Democrats swept into power in Amherst in the 2015 and 2017 town elections, winning all five seats on the Town Board including the supervisor's post.
Now, Republicans are trying to rebound by picking off one or both of the seats on the ballot this fall.
And while Republican incumbents for highway superintendent and town justice are running unopposed, the town clerk campaign is a rematch of 2018's special election featuring two well-known Amherst names.
In Erie County's most populous town, as always, the issue of how much growth is appropriate looms largest. Hundreds of millions of dollars in new construction and redevelopment is planned for the town, including at the former Westwood Country Club, former Northtown Plaza and for student housing near the University at Buffalo North Campus.
Four candidates seek two Town Board seats: Democrats Deborah Bruch Bucki and Mike Szukala and Republicans Steven D. Sanders and Joseph Spino.
The candidates, however, said voters often look past party labels because differences aren't as sharply defined at the town level as at the national level.
Bucki, 66, is seeking a second term. A registered nurse by profession, she previously served as town clerk and, before that, several additional years on the Town Board.
"The most important issues facing Amherst today are the future of the former Westwood Country Club site, the need for fiscal responsibility to control the burden of real property taxes and rebuild the town's fund balance, and appropriately balancing the interests in growth and redevelopment with the needs and concerns of the residents who call Amherst home," said Bucki.
Szukala, 56, is the Medicaid inspector general for Erie County and previously held a number of financial and administrative roles for the county, the City of Buffalo and Buffalo Public Schools. He also is the secretary/treasurer of the Amherst Industrial Development Agency.
"I think it is possible to find a compromise that addresses the concerns of residents, developers and town officials. I do think that developers will need to accept a lower rate of return on projects than they have in the past," said Szukala, acknowledging residents' fears of development that is out of character with their neighborhoods.
Sanders, 49, is a certified public accountant and the vice chairman of the Amherst IDA who earlier served two Town Board terms.
"The town has to be careful to balance the need of encouraging growth and development to keep the tax base healthy with maintaining the overall quality of life," said Sanders, who warned about increasing spending in the budget without finding new revenue to match.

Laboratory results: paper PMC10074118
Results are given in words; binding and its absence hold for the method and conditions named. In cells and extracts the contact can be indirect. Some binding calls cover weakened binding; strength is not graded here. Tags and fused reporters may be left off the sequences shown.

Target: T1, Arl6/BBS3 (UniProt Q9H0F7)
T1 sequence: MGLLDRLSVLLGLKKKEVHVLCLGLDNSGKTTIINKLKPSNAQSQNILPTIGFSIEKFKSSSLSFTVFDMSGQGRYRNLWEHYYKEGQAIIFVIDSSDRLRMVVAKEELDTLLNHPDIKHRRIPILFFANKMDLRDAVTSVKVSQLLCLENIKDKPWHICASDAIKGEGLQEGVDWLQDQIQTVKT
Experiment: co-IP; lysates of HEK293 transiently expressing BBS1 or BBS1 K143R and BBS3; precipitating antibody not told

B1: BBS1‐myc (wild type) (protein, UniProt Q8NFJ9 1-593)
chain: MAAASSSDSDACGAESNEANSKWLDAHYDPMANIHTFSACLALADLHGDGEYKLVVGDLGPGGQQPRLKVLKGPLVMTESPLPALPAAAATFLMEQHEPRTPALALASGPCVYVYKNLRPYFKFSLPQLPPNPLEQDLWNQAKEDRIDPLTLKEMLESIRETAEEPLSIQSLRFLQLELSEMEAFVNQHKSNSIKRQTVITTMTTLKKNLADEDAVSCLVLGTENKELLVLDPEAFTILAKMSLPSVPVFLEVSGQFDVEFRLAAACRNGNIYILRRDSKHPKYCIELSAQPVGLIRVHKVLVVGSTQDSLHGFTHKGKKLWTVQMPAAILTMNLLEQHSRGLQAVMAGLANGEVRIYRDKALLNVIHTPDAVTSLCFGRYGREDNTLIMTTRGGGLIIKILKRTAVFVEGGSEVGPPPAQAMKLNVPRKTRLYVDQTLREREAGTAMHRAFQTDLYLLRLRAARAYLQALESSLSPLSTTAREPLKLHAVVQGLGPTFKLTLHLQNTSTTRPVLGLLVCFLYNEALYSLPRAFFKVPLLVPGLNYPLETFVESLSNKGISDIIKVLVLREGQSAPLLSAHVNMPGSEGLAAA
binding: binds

Spino, 42, is special projects coordinator with the Erie County District Attorney's Office. He previously worked for Erie County and the Erie County Legislature and he was an unsuccessful Town Board candidate in 2017.
"Amherst residents expect a high quality of life and this includes the roads, sewers, parks, police and other services. When taxes go up and the roads are potholed and parks aren't being properly maintained the residents get upset and demand better service for the taxes they're paying," said Spino, who believes he could work productively with a Democratic Town Board majority.
Bucki has by far raised the most money and has the most cash on hand – $33,723, a figure that includes $20,000 in loans to her campaign from her and her son, Craig, according to disclosure reports filed with the state. Szukala ($8,066), Spino ($4,997) and Sanders ($3,569) had far less in their coffers.
The second seat is open because Democrat Francina J. Spoth, 56, is leaving to campaign again for town clerk.
Spoth, 56, has served on the Town Board since 2016 and as deputy supervisor since 2018. She is a research and marketing specialist who previously served on the Williamsville School Board.
Running against her is Republican Jeffery Zeplowitz, 50, who previously served as a legislative aide to Republican state legislators.
Spoth handily lost to Zeplowitz in last fall's unplanned contest while running on only the Conservative ballot line. Spoth and the incumbent are seeking a full four-year term as clerk, whose office collects taxes and grants marriage licenses, among other duties.
Spoth has outraised Zeplowitz by $21,600 to $16,000 this year and has more cash on hand, state records show.
If elected, Spoth said, "I will focus on resident needs and take full advantage of current technology to modernize processes and cut wait times." She said she will conduct regular audits and seek grants to cover upgrades to office operations.
Zeplowitz said he will try to expand the office's outreach efforts and join a county program that offers discounts on certain services to veterans. "I have worked to help with the town’s finances by both saving the town money and bringing in new revenue that can be used for new town programs," he said.
Story topics: Elections 2019